SALTS is pleased to present The Night Holds Terror, an exhibition by Emanuel Röhss, a show that forms a is part in the artist’s current examination of the relationship between The Ennis House in Los Angeles (Frank Frank Lloyd Wright, 1924), and the entertainment industry, most notably Hollywood motion pictures. the work In the exhibition is appropriating it’s form from the language movie set fabrication, yet neither content nor layout of the show are direct adaptations of the original house or any of the films related to it. The installation is composed after a new narrative that the artist developed from a range of the stories assembled by trolling the Ennis House world.
Frank Lloyd Wright’s sources of inspiration, the main Mayan temple in Uxmal, Mexico, and his progressive rational for modern architecture, where the initial seeds that the house grew from. Yet if some of these references still remain present in the uninhabitable and constantly decaying house to this day, movie productions has been its main occupant and turned it into a notorious shape shifter. Sic-fi apartment, time machine, love nest, cyborg battlefield, dandy home, and headquarters for the Yakuza mob; the imaginativeness of the godfather of American modernism became the prime location for Hollywoodized domesticity.
Drawing from films as The Day of the Locust (John Schlesinger 1975) and Ridley Scott’s Blade Runner (1982), T3 and Michael Jacksons music video Why (1996) and the video games Minecraft and Half Life 2, Helmut Newtons Playboy shoot of Barbara Leigh (1990) as well as the TV show Invitation to Love within Lynch’s Twin Peaks (1992), to only mention a few, the artist has shaped a narrative using characters, elements and environments that are either literal appropriations or amalgamations of sources. Featuring himself and his girlfriend as protagonists in the story where a break-in at the House is enacted, with the intention to dig out it’s truth, they’re faced with a number of challenges that they’ve got to overcome to transcend its innermost cave and find out it’s real secrets…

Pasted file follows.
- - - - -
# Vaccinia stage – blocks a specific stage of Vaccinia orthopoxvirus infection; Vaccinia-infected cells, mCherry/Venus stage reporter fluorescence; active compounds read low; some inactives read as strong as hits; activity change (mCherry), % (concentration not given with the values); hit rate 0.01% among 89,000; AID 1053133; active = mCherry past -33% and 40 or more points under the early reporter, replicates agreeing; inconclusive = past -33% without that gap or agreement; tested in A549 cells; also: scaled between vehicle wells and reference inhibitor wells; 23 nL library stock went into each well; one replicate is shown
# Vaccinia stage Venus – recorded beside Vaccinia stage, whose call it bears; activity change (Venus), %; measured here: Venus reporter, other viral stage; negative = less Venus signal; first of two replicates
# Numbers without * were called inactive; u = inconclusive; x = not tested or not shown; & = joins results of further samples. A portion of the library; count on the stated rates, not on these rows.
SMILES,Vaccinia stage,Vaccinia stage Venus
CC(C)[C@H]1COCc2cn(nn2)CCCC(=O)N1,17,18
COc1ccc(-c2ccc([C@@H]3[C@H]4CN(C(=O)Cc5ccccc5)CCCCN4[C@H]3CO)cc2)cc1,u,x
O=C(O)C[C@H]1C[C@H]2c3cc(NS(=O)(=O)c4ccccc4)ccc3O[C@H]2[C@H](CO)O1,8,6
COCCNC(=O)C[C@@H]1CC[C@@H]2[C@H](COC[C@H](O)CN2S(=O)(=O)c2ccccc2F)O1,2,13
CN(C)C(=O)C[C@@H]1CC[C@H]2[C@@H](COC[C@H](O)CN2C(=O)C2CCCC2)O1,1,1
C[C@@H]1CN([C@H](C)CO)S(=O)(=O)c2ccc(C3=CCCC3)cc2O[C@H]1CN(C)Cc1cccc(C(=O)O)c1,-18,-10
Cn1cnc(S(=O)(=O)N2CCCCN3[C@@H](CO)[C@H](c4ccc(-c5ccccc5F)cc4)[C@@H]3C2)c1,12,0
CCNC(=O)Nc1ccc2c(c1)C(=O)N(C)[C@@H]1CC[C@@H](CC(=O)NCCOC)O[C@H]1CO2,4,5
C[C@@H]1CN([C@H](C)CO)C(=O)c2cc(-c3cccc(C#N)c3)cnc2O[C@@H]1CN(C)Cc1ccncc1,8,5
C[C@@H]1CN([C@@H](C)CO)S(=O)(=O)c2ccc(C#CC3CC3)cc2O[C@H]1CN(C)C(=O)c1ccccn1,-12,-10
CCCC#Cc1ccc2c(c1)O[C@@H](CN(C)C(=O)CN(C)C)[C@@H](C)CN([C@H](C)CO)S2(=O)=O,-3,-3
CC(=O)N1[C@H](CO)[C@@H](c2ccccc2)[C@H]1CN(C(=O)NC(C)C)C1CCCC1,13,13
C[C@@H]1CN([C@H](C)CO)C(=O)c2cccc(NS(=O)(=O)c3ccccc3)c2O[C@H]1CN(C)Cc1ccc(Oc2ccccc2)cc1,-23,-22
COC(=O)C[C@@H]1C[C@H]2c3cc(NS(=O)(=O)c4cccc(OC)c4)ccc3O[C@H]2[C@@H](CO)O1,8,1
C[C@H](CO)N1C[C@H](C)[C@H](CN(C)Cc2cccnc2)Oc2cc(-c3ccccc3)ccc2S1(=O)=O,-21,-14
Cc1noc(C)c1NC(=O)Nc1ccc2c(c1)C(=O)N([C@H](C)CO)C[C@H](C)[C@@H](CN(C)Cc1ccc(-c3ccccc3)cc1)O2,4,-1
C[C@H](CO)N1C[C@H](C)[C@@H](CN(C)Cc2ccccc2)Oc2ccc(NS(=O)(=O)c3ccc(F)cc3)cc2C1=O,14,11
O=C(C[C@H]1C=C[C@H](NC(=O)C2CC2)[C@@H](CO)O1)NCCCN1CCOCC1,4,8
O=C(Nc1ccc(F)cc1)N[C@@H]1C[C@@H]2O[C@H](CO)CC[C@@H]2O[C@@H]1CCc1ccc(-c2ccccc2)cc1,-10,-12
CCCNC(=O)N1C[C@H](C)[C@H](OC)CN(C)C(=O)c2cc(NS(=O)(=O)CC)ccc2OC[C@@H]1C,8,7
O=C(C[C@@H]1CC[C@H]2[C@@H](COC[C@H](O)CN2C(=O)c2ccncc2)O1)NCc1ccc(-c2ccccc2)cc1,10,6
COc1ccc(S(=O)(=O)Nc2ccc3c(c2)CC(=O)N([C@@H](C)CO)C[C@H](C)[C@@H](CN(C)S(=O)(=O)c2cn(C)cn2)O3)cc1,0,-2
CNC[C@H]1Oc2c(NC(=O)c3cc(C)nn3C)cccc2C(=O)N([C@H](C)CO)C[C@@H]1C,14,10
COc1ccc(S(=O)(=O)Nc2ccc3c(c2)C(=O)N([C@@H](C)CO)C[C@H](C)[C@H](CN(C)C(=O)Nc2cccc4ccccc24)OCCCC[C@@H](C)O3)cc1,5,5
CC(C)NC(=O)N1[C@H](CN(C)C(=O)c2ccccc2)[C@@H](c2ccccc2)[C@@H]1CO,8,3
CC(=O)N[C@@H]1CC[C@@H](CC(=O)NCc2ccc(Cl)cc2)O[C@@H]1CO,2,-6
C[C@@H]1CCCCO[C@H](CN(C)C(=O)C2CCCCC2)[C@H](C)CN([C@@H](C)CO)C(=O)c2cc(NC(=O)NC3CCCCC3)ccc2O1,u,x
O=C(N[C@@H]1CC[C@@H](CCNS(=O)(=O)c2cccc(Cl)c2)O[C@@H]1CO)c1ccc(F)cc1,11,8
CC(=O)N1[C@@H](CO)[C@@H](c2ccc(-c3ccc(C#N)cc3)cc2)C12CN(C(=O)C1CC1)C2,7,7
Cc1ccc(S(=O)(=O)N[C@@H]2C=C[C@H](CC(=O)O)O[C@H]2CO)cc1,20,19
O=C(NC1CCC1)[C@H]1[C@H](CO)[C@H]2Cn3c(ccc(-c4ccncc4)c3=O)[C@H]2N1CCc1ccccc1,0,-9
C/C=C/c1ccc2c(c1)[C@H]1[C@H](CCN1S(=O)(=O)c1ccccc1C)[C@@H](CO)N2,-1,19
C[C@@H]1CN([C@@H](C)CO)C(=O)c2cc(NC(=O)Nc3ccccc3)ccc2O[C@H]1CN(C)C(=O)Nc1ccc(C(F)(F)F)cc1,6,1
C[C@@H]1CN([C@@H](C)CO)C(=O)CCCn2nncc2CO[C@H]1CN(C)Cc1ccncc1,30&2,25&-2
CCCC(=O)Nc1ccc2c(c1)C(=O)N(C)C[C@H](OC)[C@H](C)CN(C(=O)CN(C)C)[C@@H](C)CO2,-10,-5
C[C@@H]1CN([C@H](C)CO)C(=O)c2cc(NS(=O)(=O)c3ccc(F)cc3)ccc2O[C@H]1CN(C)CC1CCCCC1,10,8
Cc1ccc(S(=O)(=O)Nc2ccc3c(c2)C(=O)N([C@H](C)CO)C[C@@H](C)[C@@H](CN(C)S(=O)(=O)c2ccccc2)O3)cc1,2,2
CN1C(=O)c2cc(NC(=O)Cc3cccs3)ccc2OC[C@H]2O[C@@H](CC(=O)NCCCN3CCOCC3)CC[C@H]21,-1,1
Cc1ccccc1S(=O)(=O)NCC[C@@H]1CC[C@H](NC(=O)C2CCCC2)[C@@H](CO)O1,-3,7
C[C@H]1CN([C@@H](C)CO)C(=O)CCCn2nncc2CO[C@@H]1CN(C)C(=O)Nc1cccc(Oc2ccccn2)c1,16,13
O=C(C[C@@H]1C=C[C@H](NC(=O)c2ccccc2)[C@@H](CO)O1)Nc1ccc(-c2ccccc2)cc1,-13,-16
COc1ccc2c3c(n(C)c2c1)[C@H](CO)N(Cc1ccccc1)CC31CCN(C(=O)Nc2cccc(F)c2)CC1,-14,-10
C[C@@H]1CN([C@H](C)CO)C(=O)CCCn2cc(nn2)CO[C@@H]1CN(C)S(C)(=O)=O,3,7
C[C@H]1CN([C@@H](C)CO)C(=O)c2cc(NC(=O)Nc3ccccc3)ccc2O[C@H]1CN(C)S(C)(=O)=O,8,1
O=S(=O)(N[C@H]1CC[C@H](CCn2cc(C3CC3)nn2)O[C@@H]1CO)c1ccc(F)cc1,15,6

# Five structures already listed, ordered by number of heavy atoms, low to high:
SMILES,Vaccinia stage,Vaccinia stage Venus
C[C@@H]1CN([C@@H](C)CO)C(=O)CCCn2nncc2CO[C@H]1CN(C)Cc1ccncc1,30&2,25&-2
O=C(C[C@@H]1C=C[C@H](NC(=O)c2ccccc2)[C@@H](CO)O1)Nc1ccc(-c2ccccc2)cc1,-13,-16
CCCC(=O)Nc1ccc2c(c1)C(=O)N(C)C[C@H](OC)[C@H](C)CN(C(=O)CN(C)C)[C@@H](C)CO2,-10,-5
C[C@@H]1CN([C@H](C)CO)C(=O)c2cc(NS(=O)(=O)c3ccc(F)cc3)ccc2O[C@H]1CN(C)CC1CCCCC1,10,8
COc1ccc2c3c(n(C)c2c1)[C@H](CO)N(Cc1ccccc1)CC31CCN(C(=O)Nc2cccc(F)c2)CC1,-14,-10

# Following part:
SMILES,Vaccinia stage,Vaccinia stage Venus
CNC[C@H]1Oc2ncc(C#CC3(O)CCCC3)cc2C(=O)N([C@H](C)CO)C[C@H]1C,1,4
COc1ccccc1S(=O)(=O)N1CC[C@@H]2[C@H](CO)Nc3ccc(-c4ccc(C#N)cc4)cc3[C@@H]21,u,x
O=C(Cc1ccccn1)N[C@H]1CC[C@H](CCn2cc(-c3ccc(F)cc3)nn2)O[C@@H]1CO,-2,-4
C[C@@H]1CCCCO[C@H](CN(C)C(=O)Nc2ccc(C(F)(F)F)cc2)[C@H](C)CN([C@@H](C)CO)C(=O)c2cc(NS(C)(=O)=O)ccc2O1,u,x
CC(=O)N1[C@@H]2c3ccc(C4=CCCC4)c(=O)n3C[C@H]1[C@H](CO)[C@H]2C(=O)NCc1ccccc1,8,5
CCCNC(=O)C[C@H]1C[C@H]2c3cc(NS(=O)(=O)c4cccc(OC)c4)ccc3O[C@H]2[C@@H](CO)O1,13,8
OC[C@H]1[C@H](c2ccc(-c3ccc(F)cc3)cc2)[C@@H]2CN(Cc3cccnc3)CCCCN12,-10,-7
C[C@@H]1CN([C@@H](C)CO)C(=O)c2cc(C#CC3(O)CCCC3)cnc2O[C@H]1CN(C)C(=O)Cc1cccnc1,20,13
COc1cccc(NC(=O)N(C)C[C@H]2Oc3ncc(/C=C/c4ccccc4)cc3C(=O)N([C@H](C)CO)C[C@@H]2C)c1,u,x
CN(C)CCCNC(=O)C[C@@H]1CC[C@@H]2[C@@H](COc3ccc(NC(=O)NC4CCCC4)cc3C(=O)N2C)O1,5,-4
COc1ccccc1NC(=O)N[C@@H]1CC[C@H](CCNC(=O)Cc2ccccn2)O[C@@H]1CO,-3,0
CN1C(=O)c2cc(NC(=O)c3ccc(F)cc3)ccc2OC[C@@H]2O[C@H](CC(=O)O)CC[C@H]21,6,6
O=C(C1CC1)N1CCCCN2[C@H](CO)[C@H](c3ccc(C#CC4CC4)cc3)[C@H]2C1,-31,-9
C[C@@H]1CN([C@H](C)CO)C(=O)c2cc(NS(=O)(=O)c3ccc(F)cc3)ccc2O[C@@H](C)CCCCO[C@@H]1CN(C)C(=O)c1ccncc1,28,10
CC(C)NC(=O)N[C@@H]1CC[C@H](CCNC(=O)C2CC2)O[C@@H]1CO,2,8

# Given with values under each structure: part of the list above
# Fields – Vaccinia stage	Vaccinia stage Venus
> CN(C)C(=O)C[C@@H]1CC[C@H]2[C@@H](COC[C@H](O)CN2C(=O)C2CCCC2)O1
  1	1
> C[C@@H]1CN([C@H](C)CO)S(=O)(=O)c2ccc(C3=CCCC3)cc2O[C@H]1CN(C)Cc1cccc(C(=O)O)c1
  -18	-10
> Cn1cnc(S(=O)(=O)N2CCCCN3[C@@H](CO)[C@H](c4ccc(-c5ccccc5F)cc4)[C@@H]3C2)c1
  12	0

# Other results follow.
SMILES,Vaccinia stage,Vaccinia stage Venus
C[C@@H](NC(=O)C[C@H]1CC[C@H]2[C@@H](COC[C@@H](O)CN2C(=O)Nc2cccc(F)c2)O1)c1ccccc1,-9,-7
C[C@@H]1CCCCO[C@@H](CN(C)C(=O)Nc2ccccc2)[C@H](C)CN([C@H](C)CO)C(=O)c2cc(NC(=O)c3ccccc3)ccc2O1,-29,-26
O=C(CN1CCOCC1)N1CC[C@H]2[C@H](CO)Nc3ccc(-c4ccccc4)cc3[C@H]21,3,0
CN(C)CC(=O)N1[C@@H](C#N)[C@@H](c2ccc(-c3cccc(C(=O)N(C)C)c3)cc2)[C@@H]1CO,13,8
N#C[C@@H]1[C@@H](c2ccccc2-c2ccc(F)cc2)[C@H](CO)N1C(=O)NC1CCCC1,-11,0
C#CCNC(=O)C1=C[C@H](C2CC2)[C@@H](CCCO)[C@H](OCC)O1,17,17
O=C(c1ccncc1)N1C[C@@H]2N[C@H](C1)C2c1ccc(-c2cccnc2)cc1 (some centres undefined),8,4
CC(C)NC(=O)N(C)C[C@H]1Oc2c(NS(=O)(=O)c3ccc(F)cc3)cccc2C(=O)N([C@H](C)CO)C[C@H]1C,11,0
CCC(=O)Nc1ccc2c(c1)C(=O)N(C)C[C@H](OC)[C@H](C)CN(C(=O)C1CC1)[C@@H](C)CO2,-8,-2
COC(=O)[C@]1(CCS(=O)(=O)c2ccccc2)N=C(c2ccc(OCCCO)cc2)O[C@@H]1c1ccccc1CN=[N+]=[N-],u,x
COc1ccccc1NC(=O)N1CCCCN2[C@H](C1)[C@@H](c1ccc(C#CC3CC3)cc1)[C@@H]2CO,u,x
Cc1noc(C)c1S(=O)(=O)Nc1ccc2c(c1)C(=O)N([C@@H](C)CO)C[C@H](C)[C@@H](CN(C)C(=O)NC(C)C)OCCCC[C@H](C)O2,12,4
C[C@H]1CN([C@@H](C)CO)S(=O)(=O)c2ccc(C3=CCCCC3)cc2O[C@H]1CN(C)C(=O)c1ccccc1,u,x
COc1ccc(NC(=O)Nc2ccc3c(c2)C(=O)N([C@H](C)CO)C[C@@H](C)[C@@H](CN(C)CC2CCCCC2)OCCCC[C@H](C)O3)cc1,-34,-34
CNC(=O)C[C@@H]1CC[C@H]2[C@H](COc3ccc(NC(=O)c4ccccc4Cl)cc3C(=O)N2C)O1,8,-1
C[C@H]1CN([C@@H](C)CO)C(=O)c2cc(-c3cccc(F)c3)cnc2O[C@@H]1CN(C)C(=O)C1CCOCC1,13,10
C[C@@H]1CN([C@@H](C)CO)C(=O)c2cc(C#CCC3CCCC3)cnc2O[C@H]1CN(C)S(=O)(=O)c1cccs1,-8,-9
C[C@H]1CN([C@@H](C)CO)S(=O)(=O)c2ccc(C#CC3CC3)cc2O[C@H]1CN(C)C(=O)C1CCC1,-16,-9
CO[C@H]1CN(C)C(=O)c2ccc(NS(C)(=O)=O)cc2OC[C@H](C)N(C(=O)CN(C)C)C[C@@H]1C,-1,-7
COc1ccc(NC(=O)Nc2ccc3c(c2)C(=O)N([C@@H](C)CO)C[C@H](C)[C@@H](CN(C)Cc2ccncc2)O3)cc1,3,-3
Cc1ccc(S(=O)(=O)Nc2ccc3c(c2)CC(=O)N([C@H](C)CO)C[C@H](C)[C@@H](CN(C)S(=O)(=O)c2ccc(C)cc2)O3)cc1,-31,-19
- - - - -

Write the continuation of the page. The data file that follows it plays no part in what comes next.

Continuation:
And It is predominantly this mediation of the house in the various contexts that is the project’s focal point. The fictional world of Hollywood has given a vast audience access to this virtual being; the building isn’t anymore just a shell for habitation, nor a machine to live in, but instead a living organism fueled by all the narratives and events it has served as a stage for and the characters that has passed through it. It is a House on a Haunted Hill (as in the 1959 horror movie) and it leads it’s own life, where no one inhabitant has ever managed to live for over a decade and any visitor always become affected by it’s power – which may give you joy but at night it will most certainly hold terror for you.
The Night Holds Terror is the second part in an exhibition trilogy by the artist, first mounted at Johan Berggren Gallery (Malmö, summer 2015), and subsequently SALTS to be followed by Thomas Duncan Gallery (Los Angeles, January – February 2016). The exhibitions are succeeded by an artist book, Location Scout, due to be released at the LA Art Book Fair at MOCA Los Angeles by CURA.BOOKS in February 12-14, 2016.
The Night Holds Terror by Emanuel Röhss
Through January 29